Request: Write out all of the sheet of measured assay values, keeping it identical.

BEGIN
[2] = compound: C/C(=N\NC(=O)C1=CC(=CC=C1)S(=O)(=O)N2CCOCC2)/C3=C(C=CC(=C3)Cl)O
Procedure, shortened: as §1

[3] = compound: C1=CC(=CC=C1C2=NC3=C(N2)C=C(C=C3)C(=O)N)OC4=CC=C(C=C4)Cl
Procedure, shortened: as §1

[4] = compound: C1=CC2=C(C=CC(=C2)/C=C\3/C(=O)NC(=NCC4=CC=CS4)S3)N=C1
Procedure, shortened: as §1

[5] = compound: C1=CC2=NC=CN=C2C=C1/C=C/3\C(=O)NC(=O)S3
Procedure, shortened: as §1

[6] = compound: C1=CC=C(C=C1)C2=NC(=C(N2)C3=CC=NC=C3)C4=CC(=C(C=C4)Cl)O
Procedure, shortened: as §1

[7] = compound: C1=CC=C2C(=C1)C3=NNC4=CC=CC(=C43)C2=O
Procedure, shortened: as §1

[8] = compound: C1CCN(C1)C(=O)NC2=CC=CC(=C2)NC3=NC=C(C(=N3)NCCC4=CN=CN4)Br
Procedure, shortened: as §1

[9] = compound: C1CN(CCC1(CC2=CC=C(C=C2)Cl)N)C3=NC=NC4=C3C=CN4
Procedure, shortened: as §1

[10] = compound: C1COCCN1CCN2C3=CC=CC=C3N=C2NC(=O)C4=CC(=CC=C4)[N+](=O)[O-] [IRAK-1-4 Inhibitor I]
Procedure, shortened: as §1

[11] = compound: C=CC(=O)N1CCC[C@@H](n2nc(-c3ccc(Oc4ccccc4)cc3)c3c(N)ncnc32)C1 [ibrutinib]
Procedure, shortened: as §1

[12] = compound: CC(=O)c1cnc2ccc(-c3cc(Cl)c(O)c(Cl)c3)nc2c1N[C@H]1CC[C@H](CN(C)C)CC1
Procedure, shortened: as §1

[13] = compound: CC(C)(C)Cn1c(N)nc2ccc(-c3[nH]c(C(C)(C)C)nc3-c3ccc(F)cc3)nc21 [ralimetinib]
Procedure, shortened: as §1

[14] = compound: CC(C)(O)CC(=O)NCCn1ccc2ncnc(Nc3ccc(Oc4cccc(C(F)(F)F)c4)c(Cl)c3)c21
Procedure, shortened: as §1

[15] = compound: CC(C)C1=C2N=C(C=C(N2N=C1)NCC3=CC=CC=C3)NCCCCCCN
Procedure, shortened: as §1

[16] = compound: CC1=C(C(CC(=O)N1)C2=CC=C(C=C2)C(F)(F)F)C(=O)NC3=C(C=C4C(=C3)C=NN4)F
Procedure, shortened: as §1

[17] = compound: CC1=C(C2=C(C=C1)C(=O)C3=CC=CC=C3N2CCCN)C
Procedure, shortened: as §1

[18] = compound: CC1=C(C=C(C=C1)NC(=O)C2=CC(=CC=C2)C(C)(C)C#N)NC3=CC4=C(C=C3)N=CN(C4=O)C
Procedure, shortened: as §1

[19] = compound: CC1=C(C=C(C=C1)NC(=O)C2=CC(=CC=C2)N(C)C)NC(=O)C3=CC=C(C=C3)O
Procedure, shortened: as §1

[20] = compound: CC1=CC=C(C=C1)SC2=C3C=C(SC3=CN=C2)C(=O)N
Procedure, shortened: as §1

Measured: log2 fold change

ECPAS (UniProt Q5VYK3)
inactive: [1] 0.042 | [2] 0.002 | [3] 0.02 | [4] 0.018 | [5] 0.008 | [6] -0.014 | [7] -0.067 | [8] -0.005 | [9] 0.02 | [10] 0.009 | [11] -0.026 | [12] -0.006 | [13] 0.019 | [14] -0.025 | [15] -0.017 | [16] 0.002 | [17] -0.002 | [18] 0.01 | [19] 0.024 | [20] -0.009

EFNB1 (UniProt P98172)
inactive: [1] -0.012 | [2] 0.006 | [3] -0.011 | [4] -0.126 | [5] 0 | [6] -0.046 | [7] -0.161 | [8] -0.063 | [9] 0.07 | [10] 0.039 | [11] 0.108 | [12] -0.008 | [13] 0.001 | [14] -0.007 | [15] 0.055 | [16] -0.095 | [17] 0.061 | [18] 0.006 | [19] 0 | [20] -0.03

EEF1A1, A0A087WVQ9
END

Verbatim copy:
[2] = compound: C/C(=N\NC(=O)C1=CC(=CC=C1)S(=O)(=O)N2CCOCC2)/C3=C(C=CC(=C3)Cl)O
Procedure, shortened: as §1

[3] = compound: C1=CC(=CC=C1C2=NC3=C(N2)C=C(C=C3)C(=O)N)OC4=CC=C(C=C4)Cl
Procedure, shortened: as §1

[4] = compound: C1=CC2=C(C=CC(=C2)/C=C\3/C(=O)NC(=NCC4=CC=CS4)S3)N=C1
Procedure, shortened: as §1

[5] = compound: C1=CC2=NC=CN=C2C=C1/C=C/3\C(=O)NC(=O)S3
Procedure, shortened: as §1

[6] = compound: C1=CC=C(C=C1)C2=NC(=C(N2)C3=CC=NC=C3)C4=CC(=C(C=C4)Cl)O
Procedure, shortened: as §1

[7] = compound: C1=CC=C2C(=C1)C3=NNC4=CC=CC(=C43)C2=O
Procedure, shortened: as §1

[8] = compound: C1CCN(C1)C(=O)NC2=CC=CC(=C2)NC3=NC=C(C(=N3)NCCC4=CN=CN4)Br
Procedure, shortened: as §1

[9] = compound: C1CN(CCC1(CC2=CC=C(C=C2)Cl)N)C3=NC=NC4=C3C=CN4
Procedure, shortened: as §1

[10] = compound: C1COCCN1CCN2C3=CC=CC=C3N=C2NC(=O)C4=CC(=CC=C4)[N+](=O)[O-] [IRAK-1-4 Inhibitor I]
Procedure, shortened: as §1

[11] = compound: C=CC(=O)N1CCC[C@@H](n2nc(-c3ccc(Oc4ccccc4)cc3)c3c(N)ncnc32)C1 [ibrutinib]
Procedure, shortened: as §1

[12] = compound: CC(=O)c1cnc2ccc(-c3cc(Cl)c(O)c(Cl)c3)nc2c1N[C@H]1CC[C@H](CN(C)C)CC1
Procedure, shortened: as §1

[13] = compound: CC(C)(C)Cn1c(N)nc2ccc(-c3[nH]c(C(C)(C)C)nc3-c3ccc(F)cc3)nc21 [ralimetinib]
Procedure, shortened: as §1

[14] = compound: CC(C)(O)CC(=O)NCCn1ccc2ncnc(Nc3ccc(Oc4cccc(C(F)(F)F)c4)c(Cl)c3)c21
Procedure, shortened: as §1

[15] = compound: CC(C)C1=C2N=C(C=C(N2N=C1)NCC3=CC=CC=C3)NCCCCCCN
Procedure, shortened: as §1

[16] = compound: CC1=C(C(CC(=O)N1)C2=CC=C(C=C2)C(F)(F)F)C(=O)NC3=C(C=C4C(=C3)C=NN4)F
Procedure, shortened: as §1

[17] = compound: CC1=C(C2=C(C=C1)C(=O)C3=CC=CC=C3N2CCCN)C
Procedure, shortened: as §1

[18] = compound: CC1=C(C=C(C=C1)NC(=O)C2=CC(=CC=C2)C(C)(C)C#N)NC3=CC4=C(C=C3)N=CN(C4=O)C
Procedure, shortened: as §1

[19] = compound: CC1=C(C=C(C=C1)NC(=O)C2=CC(=CC=C2)N(C)C)NC(=O)C3=CC=C(C=C3)O
Procedure, shortened: as §1

[20] = compound: CC1=CC=C(C=C1)SC2=C3C=C(SC3=CN=C2)C(=O)N
Procedure, shortened: as §1

Measured: log2 fold change

ECPAS (UniProt Q5VYK3)
inactive: [1] 0.042 | [2] 0.002 | [3] 0.02 | [4] 0.018 | [5] 0.008 | [6] -0.014 | [7] -0.067 | [8] -0.005 | [9] 0.02 | [10] 0.009 | [11] -0.026 | [12] -0.006 | [13] 0.019 | [14] -0.025 | [15] -0.017 | [16] 0.002 | [17] -0.002 | [18] 0.01 | [19] 0.024 | [20] -0.009

EFNB1 (UniProt P98172)
inactive: [1] -0.012 | [2] 0.006 | [3] -0.011 | [4] -0.126 | [5] 0 | [6] -0.046 | [7] -0.161 | [8] -0.063 | [9] 0.07 | [10] 0.039 | [11] 0.108 | [12] -0.008 | [13] 0.001 | [14] -0.007 | [15] 0.055 | [16] -0.095 | [17] 0.061 | [18] 0.006 | [19] 0 | [20] -0.03

EEF1A1, A0A087WVQ9